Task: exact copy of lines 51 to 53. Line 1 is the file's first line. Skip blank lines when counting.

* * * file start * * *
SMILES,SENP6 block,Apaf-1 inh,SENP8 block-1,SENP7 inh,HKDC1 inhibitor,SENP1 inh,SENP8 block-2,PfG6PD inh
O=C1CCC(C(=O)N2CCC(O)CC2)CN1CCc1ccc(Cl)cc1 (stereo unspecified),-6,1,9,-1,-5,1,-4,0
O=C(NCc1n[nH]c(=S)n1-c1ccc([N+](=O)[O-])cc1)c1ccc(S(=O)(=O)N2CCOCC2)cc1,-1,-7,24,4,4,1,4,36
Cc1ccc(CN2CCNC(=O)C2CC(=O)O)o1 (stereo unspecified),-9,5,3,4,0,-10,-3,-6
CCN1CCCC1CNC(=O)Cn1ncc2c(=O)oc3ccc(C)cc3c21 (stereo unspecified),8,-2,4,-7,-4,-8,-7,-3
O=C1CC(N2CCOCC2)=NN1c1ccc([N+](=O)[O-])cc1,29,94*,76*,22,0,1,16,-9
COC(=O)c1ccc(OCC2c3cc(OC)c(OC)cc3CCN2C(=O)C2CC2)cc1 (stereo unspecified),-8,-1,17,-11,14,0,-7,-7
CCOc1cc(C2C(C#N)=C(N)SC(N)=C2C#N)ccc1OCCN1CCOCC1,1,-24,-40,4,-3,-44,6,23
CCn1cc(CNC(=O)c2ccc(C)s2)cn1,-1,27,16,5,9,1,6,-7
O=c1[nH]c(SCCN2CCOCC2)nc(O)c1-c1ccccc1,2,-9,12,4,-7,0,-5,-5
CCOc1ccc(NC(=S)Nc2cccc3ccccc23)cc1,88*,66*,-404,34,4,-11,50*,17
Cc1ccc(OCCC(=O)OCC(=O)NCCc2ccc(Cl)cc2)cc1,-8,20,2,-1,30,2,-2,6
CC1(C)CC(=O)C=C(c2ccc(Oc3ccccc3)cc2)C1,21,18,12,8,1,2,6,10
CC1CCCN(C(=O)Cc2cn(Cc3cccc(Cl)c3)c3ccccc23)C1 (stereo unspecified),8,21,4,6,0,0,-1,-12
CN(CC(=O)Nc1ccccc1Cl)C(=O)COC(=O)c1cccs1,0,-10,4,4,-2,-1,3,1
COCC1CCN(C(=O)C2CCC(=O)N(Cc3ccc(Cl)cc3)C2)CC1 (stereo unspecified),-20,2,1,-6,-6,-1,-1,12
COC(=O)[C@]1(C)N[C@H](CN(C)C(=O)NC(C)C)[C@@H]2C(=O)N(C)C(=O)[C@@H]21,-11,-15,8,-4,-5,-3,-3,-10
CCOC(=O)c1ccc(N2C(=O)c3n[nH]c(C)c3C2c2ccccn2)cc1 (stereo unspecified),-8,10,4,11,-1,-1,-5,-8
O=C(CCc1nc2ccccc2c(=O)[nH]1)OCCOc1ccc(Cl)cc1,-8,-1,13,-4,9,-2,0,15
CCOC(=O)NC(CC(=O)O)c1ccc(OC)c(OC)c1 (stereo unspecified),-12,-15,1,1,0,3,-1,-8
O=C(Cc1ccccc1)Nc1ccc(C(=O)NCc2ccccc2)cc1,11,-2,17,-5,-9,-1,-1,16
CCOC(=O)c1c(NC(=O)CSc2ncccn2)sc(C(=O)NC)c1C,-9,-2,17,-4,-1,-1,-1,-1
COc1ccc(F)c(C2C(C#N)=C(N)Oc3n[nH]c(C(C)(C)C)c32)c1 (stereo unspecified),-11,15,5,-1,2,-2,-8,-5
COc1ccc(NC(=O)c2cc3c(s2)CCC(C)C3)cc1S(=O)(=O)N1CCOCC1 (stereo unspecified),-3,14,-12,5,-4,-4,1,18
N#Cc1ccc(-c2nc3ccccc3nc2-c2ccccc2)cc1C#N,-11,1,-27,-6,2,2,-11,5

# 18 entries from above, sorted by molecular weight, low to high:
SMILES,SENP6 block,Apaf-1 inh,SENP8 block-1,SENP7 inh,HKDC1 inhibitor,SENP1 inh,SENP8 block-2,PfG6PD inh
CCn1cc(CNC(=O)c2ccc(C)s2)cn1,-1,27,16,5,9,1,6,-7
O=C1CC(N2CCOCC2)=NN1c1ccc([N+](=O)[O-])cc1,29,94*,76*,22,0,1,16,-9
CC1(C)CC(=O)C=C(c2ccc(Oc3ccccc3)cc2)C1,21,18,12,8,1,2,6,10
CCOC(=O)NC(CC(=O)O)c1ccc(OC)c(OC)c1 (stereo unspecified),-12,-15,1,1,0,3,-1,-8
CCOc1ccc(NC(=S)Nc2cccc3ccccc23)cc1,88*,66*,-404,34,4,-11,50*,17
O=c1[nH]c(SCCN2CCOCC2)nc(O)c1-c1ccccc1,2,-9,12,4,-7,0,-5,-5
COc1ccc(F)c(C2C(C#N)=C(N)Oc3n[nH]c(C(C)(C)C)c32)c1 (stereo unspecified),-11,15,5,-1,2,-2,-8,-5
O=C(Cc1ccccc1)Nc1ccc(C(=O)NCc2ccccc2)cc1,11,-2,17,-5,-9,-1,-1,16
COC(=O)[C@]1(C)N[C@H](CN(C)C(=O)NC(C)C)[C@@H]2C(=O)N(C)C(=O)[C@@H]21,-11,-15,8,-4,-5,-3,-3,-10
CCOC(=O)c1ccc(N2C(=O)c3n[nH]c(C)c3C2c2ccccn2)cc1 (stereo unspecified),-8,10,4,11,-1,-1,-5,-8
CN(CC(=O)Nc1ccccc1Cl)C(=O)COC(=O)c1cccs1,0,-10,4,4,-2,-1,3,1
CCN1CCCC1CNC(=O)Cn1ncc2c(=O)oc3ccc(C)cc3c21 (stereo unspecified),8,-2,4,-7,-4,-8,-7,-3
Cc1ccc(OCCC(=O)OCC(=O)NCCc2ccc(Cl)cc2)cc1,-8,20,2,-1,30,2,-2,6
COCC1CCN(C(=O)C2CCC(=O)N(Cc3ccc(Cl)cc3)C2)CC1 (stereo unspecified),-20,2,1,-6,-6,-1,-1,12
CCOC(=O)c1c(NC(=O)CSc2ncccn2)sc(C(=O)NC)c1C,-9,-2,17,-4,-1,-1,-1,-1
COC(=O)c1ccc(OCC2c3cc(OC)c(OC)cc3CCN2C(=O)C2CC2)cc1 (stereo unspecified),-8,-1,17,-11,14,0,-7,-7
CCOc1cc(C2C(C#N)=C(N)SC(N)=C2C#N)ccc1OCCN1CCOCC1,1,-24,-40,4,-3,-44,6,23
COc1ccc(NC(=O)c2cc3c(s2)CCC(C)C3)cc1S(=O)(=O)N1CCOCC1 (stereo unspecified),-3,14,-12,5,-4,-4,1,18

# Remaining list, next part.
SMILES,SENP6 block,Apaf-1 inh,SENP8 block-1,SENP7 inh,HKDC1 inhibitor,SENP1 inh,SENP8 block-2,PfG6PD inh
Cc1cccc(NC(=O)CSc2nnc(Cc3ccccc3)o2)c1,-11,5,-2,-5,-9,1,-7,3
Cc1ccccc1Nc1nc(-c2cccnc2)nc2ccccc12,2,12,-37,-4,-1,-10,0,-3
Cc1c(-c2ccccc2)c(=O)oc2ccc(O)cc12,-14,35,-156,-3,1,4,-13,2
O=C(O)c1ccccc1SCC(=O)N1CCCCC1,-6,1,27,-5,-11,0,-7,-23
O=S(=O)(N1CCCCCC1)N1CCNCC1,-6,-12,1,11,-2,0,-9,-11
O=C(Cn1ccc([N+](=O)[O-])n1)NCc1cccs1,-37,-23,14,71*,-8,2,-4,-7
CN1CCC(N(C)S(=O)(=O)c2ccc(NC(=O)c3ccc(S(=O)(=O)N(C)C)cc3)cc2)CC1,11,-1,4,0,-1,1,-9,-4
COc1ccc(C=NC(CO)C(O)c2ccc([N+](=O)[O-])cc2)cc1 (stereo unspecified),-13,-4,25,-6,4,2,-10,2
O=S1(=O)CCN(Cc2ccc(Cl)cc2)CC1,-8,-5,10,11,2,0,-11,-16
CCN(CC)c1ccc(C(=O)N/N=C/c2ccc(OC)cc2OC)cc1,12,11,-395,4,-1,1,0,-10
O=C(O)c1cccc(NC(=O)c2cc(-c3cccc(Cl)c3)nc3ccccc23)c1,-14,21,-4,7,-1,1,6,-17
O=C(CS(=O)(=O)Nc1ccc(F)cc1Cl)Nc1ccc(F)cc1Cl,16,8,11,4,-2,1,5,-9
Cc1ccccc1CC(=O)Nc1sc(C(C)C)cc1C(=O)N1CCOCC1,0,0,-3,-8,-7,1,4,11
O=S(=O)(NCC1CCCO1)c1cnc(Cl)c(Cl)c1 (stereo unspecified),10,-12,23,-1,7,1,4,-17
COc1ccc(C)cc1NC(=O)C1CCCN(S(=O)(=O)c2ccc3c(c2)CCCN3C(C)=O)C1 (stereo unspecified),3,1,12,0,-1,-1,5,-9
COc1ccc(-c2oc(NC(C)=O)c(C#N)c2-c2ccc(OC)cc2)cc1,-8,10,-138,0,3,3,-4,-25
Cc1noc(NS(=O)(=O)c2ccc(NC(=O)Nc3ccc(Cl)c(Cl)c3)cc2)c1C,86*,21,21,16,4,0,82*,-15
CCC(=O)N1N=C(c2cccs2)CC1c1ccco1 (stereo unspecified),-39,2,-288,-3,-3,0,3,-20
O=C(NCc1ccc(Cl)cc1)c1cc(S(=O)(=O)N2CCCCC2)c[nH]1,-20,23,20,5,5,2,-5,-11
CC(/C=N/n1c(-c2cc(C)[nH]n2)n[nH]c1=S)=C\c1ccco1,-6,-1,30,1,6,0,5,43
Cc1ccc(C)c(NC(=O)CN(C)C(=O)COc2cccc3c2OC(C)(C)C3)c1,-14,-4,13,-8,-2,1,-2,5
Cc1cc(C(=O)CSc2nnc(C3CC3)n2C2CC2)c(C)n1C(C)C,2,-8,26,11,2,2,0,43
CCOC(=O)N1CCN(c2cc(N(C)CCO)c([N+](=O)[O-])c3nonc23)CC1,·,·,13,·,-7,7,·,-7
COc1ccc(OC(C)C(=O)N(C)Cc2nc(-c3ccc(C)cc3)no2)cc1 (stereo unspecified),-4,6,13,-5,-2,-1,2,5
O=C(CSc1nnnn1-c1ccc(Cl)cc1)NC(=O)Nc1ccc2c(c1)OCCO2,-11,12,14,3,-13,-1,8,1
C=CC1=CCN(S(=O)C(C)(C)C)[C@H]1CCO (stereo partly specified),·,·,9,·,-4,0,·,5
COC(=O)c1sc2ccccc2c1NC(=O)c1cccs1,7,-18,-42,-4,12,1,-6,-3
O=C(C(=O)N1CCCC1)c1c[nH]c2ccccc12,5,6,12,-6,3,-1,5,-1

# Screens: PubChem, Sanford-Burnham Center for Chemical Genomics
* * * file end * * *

O=C(O)c1ccccc1SCC(=O)N1CCCCC1,-6,1,27,-5,-11,0,-7,-23
O=S(=O)(N1CCCCCC1)N1CCNCC1,-6,-12,1,11,-2,0,-9,-11
O=C(Cn1ccc([N+](=O)[O-])n1)NCc1cccs1,-37,-23,14,71*,-8,2,-4,-7